The Public and its Discontents

Coordinator

Peter van Dam

Members

Mieke Aerts
Eduard van de Bilt
Gemma Blok
Jan Burgers
Frans Camphuijsen
Mario Damen
Leonard van ‘t Hul
Paul Knevel
Ronald Kroeze
Samuël Kruizinga
Marianne van Leeuwen
Willem Melching
Bram Mellink
Arjan Nuijten
Karlijn Olijslager 
Manon Parry
Jan Rock
Peter Romijn
Jan Rotmans
Mart Rutjes
Natalie Scholz
Stephen Small
Jouke Turpijn
Wyger Velema
Karin Wilschut
Jeroen van Zanten
Ingrid de Zwarte

Associated researchers

Martijn van der Burg (Open Universiteit)
Markha Valenta (Radboud Universiteit Nijmegen)

About The Public and its Discontents

The research group explores the crucial role of conflicts in Dutch history from a transnational perspective. We analyse the origins and expressions of popular discontent, the emotions that fuelled unrest, and the (in)ability of political and social institutions to channel, parry or suppress discontent.

Themes and scope

Scholars in the group focus on public discontent in Dutch society from 1750 to the present from different angles. Leading questions include:

  • What were the consequences of public anger, resentment and distrust in the Netherlands?
  • Which public emotions and manifestations accompanied these conflicts?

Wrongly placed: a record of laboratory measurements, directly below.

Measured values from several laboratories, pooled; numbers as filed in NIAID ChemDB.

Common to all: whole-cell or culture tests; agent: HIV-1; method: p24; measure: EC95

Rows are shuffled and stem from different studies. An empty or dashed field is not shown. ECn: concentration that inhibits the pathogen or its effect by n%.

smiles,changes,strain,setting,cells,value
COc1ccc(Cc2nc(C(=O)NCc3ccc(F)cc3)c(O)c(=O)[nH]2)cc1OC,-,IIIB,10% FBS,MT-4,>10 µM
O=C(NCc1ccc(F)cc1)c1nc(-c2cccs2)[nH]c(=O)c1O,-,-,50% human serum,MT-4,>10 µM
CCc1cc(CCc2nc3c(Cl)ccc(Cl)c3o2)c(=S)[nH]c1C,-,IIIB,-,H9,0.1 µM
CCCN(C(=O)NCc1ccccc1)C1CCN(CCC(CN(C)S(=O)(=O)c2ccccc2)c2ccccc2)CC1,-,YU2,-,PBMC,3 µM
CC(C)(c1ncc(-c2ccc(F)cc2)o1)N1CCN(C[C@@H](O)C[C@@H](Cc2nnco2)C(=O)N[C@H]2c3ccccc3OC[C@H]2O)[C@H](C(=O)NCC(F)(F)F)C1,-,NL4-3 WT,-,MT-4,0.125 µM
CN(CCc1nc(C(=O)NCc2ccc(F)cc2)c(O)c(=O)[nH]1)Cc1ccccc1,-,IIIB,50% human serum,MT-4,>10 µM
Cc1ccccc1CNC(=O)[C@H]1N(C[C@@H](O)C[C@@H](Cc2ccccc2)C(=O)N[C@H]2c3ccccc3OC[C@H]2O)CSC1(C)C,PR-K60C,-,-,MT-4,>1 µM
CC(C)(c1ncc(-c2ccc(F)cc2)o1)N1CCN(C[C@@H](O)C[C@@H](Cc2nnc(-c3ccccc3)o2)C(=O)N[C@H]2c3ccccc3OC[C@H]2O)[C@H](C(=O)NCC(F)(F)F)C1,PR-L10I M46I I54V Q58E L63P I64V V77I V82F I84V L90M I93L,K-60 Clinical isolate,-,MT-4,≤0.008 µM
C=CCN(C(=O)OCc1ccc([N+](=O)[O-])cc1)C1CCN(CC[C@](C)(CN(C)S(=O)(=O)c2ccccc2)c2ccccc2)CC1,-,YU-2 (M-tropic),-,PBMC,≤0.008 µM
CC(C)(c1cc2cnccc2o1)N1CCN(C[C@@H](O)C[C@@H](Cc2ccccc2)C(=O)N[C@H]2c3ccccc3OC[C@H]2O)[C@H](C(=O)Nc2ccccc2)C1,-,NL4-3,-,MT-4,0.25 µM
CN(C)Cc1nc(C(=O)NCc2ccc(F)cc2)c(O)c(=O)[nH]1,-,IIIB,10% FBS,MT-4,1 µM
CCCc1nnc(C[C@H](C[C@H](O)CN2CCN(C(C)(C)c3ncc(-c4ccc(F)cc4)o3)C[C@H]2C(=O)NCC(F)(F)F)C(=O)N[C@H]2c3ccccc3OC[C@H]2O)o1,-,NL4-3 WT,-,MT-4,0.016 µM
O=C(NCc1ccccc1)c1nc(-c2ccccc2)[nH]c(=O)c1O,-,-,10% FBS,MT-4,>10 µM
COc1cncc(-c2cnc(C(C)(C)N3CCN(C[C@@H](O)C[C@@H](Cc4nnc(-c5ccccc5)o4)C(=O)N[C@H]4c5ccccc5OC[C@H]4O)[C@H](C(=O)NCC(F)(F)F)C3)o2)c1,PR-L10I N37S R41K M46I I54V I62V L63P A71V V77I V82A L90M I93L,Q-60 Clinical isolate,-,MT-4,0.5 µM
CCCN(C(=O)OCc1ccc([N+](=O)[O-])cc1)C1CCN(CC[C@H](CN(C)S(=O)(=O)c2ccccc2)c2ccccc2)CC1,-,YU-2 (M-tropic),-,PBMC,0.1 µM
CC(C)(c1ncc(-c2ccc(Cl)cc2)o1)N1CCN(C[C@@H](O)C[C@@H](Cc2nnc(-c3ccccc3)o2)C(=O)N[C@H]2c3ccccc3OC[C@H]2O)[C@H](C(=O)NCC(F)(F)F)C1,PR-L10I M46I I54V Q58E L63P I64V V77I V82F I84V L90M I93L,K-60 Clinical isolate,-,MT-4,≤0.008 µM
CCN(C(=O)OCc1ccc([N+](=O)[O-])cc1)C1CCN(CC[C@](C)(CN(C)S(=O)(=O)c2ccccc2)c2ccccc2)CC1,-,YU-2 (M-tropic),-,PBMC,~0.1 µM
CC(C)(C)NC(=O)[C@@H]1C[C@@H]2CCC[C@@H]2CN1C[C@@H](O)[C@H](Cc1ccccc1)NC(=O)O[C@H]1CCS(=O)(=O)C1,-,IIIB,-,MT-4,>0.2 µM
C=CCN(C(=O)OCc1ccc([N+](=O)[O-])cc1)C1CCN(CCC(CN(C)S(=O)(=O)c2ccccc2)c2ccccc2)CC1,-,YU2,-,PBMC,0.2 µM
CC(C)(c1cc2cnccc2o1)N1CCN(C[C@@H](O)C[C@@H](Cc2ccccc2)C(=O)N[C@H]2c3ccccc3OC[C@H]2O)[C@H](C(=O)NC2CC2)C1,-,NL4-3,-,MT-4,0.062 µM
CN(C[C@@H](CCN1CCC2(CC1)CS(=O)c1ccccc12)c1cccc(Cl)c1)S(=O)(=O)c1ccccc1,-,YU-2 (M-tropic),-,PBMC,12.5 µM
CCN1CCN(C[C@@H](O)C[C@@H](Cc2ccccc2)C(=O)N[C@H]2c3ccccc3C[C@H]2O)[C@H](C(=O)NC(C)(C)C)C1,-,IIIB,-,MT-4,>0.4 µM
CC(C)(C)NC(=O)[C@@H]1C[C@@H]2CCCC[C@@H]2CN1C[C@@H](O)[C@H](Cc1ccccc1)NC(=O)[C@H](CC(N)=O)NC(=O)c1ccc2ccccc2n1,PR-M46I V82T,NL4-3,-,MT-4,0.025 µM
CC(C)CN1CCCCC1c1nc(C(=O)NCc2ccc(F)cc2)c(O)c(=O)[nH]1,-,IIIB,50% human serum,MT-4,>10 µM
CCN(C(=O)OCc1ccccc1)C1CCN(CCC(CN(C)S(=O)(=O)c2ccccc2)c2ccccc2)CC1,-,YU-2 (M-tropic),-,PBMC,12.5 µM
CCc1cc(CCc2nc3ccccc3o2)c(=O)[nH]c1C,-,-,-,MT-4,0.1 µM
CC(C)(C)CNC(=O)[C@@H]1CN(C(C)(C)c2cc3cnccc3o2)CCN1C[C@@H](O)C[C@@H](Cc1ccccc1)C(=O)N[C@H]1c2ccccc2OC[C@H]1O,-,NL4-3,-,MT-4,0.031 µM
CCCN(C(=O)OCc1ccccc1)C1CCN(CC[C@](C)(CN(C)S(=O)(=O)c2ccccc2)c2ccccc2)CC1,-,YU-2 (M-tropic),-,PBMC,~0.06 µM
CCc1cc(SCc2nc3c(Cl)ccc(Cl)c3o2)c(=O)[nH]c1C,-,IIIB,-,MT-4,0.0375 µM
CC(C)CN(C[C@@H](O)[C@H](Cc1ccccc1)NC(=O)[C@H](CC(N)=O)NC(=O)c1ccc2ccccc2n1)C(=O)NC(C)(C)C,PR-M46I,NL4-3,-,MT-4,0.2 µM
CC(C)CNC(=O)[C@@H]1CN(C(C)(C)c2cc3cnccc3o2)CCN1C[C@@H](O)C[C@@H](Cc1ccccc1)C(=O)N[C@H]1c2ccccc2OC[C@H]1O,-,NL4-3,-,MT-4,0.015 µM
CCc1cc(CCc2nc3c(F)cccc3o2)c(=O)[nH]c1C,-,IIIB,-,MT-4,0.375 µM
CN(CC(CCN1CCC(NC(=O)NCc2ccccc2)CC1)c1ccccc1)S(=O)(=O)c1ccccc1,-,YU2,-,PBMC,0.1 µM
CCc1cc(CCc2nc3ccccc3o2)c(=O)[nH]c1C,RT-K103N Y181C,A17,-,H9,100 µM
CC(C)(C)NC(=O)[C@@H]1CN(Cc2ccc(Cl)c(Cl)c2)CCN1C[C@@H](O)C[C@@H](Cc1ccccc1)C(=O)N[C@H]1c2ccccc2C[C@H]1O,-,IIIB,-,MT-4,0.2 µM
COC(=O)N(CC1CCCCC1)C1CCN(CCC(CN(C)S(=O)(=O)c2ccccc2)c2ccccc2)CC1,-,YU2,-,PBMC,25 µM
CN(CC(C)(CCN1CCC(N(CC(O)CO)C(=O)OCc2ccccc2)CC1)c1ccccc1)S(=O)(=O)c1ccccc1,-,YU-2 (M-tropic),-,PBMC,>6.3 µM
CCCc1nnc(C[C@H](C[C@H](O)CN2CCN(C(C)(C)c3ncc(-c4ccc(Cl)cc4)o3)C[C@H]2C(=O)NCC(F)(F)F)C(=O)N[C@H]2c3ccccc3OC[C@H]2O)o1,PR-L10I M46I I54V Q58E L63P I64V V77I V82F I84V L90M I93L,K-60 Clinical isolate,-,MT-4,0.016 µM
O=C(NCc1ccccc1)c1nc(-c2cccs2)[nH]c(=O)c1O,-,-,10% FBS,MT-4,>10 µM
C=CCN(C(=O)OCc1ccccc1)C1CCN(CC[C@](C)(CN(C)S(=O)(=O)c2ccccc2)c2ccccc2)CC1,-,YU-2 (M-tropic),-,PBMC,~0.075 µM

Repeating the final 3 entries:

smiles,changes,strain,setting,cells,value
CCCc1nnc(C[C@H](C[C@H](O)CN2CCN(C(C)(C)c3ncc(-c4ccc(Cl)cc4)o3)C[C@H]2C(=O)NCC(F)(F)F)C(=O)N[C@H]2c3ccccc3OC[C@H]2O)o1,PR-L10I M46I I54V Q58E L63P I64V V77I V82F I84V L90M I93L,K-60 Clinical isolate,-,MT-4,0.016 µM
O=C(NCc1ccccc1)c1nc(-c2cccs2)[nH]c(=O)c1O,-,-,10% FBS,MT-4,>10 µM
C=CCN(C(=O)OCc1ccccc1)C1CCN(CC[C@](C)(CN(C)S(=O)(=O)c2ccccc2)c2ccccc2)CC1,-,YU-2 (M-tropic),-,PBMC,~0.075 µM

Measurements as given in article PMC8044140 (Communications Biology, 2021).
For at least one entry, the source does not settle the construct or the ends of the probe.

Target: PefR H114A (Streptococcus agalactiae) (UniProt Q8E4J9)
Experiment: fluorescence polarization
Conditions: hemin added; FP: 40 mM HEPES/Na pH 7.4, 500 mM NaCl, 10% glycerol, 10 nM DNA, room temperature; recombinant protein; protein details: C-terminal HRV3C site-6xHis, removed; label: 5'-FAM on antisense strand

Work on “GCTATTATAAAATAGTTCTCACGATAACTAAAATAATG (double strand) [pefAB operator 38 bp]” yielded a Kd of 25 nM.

• Who were the winners and losers in these conflicts and in what ways?

The expertise of the group members ranges from political and social to cultural and public history, and includes such themes as the histories of corruption, (policies of) tolerance, gender, public administration, ideology, public opinion and religion.

Events and publications

The research group hosts an annual conference. This event functions as its focal point, enabling the discussing and developing of research by group members. At the annual conference, research proposals are discussed with members of the research group to generate research proposals at both at a graduate and a post-graduate level. By creating a network of post-graduate researchers and by providing a common theme, joint applications for external funding are generated.

The group also organizes events for a broader audience. These include the symposium De laakbare samenleving (Amsterdam, 17-18 May 2013) and Unheard of? Writing partisan history in the Netherlands (Amsterdam, 17 September 2014).

In 2014, the group published its first volume on the research theme: Onbehagen in de Polder. Nederland in conflict sinds 1795 (Amsterdam: Amsterdam University Press), edited by Peter van Dam, Jouke Turpijn and Bram Mellink.

Societal relevance

At present, the Dutch but also many other publics are confronted with several serious social conflicts, concerning among others the status of civil liberties (e.g. freedom of expression), the place of religion in society, the future of the welfare state, and issues relating to migration. In evaluating the ensuing public debates and in formulating policy which meets the challenge of social differences, a perspective on past dealings with public discontent will be enriching.  To this end, the research group also cultivates the ambition to reach out to social partners in the generating of research and finding suitable public podia to discuss issues of joint concern to many citizens.

3 March 2016